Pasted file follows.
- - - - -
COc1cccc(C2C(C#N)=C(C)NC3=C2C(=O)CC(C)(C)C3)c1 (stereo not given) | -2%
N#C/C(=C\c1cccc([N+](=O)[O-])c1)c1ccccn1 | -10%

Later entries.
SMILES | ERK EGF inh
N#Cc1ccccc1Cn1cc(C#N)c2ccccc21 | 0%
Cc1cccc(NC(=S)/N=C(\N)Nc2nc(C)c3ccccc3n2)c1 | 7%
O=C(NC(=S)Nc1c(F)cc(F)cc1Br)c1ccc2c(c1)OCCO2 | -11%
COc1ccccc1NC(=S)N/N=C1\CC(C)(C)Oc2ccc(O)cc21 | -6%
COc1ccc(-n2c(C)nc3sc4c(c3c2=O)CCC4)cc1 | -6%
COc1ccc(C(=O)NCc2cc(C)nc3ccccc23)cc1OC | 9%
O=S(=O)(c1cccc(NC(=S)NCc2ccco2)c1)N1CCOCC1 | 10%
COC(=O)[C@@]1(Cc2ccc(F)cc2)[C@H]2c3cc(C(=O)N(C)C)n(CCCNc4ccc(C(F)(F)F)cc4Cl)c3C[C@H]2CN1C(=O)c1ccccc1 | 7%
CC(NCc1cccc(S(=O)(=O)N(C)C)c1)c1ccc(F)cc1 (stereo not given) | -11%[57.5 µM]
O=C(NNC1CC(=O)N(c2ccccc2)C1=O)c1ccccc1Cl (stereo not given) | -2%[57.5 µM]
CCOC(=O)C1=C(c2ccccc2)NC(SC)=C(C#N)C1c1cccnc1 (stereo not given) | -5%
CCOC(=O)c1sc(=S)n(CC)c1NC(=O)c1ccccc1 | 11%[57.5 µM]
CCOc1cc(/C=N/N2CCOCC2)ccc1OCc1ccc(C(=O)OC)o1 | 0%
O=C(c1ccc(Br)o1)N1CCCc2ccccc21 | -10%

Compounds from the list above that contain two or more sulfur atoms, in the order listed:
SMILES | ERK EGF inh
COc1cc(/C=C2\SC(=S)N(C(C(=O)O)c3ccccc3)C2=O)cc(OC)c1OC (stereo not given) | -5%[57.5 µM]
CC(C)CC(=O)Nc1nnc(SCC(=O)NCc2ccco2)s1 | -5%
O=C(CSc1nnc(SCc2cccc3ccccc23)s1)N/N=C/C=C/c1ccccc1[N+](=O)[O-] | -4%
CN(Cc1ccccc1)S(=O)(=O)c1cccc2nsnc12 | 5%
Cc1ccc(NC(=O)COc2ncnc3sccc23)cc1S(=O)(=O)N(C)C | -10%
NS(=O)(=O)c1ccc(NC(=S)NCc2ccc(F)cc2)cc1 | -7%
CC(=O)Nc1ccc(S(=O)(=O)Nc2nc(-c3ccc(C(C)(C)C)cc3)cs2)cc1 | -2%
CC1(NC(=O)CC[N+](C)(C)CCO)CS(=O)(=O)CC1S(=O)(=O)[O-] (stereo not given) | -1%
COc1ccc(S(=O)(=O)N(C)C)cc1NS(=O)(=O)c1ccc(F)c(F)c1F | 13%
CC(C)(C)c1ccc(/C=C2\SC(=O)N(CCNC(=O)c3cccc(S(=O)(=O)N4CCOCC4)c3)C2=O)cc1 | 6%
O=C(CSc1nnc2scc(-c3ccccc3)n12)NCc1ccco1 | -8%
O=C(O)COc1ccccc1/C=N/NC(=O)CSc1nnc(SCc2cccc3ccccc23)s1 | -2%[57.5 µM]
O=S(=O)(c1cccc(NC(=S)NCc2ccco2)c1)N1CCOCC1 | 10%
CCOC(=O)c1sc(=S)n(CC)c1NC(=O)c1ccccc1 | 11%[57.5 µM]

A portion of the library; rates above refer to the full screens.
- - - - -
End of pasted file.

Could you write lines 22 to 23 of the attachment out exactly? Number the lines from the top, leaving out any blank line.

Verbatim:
CC(C)CC(=O)Nc1nnc(SCC(=O)NCc2ccco2)s1 | -5%
O=C(CSc1nnc(SCc2cccc3ccccc23)s1)N/N=C/C=C/c1ccccc1[N+](=O)[O-] | -4%